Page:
Supplemental Resources: Supporting Student Learning

Improving Office Hours

Office hours conversations can be an asset for students and faculty alike. By meeting with faculty or TAs one-on-one, students get support for their individual learning needs. Such discussions help instructors understand ways to better support a wider range of learners during the semester—for instance, by adapting lecture content or clarifying an assignment prompt.

However, many students come to college not knowing exactly what office hours are for, and this ambiguity is intensified by the fact that different instructors often have markedly different understandings about appropriate questions for office hours.[1] (For example, some instructors welcome conversations about how a student might improve an in-progress essay draft. Other instructors feel that it should be self-evident to students that they won’t discuss student work before the due date! What’s a student to do?)

One way to reduce ambiguity, expand students’ perceptions of office hours’ usefulness, and convey a supportive environment is to tell students how they can use office hours and describe what different office hours conversations might look like in your class. Not only can this increase the likelihood that students will attend office hours, but it can also promote a more equitable classroom environment.[2]

Demystifying Office Hours From Day One – A “Tasting Menu” Approach

Consider outlining the different purposes of office hours at the start of the semester. One way to do this is to share an “office hours tasting menu” handout with students.

If you’d like, you should feel free to condense and adapt the following handout for your students. You might also include a description of office hours types in your syllabus and/or in a Module 0 introductory unit in Canvas.

We’ve embedded an iFrame preview of this handout below, but you can also view and download the document by clicking on this link to the original Office Hours Types Googledoc.


Intermittent Descriptive Reminders

When you’re reminding your students about the time and location of your next office hours (or the opportunity to make an appointment!), take an extra moment to describe one or two discussions or activities that office hours might involve. Vary your examples over the course of the semester.

For example:

  • “I’ll be holding digital office hours this afternoon from 4-6. We have a paper coming up—I’m happy to help you brainstorm about research topics if you’re feeling stuck.”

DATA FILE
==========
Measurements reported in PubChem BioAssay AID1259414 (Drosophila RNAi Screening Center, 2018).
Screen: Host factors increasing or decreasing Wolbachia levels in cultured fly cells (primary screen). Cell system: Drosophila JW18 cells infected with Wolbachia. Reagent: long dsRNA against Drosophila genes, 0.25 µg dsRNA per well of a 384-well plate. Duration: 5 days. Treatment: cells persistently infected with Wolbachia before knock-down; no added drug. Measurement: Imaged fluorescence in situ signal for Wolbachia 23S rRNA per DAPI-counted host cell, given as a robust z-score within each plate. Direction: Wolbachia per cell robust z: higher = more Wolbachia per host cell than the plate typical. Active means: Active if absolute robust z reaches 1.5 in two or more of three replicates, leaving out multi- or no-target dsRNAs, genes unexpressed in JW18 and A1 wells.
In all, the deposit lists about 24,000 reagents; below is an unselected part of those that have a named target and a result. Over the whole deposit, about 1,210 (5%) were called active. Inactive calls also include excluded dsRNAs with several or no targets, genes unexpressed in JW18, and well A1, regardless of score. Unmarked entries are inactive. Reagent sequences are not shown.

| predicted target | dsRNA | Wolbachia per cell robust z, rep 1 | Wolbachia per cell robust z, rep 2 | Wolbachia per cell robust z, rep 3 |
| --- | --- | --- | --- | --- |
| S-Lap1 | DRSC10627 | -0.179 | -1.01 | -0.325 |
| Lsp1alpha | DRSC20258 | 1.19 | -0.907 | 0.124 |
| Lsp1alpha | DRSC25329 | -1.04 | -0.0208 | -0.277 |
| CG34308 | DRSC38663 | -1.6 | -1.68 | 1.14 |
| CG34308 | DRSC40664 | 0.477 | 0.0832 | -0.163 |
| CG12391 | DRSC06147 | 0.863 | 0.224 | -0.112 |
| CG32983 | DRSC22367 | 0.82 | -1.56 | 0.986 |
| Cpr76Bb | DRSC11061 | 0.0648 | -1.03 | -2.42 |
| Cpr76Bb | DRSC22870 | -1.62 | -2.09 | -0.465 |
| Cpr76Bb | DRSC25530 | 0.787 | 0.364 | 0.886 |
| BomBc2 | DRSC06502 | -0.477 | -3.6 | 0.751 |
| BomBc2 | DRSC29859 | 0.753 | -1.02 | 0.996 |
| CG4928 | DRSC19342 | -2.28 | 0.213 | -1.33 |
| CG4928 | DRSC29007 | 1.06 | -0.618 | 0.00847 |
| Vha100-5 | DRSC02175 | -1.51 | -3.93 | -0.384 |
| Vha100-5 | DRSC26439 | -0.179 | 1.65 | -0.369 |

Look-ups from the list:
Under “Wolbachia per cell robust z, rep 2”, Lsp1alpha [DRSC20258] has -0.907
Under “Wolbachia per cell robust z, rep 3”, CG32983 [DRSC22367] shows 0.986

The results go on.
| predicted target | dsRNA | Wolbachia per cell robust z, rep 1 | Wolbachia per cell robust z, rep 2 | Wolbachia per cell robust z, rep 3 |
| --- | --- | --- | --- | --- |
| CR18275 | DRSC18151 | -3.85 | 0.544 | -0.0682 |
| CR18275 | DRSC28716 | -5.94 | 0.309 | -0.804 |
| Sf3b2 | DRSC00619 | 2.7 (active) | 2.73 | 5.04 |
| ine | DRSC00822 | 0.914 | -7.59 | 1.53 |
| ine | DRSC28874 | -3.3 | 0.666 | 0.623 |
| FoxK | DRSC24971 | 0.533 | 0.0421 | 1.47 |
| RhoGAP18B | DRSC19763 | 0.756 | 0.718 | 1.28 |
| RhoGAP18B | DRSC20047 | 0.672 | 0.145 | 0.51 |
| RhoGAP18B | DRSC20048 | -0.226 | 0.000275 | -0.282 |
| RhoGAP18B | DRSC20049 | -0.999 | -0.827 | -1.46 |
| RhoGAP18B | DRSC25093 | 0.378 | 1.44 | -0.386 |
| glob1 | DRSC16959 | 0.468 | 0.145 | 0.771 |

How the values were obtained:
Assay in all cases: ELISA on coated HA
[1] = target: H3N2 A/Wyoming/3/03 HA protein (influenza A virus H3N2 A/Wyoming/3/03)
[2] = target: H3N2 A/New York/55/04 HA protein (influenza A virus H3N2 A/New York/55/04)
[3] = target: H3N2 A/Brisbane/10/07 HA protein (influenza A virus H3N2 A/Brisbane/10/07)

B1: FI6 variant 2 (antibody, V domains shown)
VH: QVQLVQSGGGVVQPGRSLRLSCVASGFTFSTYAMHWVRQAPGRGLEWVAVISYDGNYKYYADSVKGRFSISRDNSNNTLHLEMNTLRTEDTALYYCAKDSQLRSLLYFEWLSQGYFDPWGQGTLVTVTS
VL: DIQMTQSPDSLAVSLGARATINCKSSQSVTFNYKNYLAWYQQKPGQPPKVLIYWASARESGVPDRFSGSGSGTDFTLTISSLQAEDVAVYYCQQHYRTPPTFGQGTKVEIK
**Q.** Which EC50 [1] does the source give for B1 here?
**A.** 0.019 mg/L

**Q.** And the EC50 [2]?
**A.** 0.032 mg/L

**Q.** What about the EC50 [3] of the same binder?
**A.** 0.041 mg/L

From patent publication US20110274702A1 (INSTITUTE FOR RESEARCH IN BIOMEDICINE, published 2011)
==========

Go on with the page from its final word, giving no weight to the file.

• “Some of you may be feeling anxiety about our midterm in two weeks, especially if you’re also preparing for midterms in other courses. I know that when I was in college, it took me a while to develop effective study skills in this field. I’m happy to talk about exam preparation strategies during office hours.”[3]

Not This—But That

It’s useful to set boundaries around what you can and can’t help with during office hours. If you’re describing something you can’t do, provide an example of a related need you can discuss with students. Doing so can communicate a supportive environment while also maintaining the boundaries you feel are appropriate.

For example:

  • “While I’m not able to read full drafts of your essays before the due date, I’m happy to talk with you about your thesis statement and key points.”
  • “I make it a policy not to discuss exam scores within 24 hours of returning midterms. However, after 24 hours, I’m happy to meet during office hours to discuss your work. During this conversation, we can look for ways that you can prepare for similar questions to appear on our cumulative final.”


  1. Smith, M., Yujie Chen, Berndtson, R., Burson, K. M., & Griffin, W. (2017). “Office Hours are Kind of Weird”: Reclaiming a Resource to Foster Student-Faculty Interaction. InSight: A Journal of Scholarly Teaching, 12, 14–29.
  2. Dr. Viji Sathy highlights the role of office hours in promoting inclusion in her page on communicating about office hours, which also includes the descriptive infographic she uses for her own students.
  3. Dunlosky et al. explain that many of the most popular study strategies—(highlighting, rereading, etc.)—are not as effective as other forms of studying—(practice testing, distributed practice, elaborative interrogation, etc.). Sometimes it can be helpful to chat with students about what they typically do to prepare for exams and how they might approach the process productively. See Dunlosky, J., Rawson, K. A., Marsh, E. J., Nathan, M. J., & Willingham, D. T. (2013). Improving Students’ Learning With Effective Learning Techniques: Promising Directions From Cognitive and Educational Psychology. Psychological Science in the Public Interest, 14(1), 4–58. .


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MTLE Resources by Christian Castro, Naomi Salmon, and Madison Teaching and Learning Excellence is licensed under a Creative Commons Attribution-NonCommercial 4.0 International License, except where otherwise noted.

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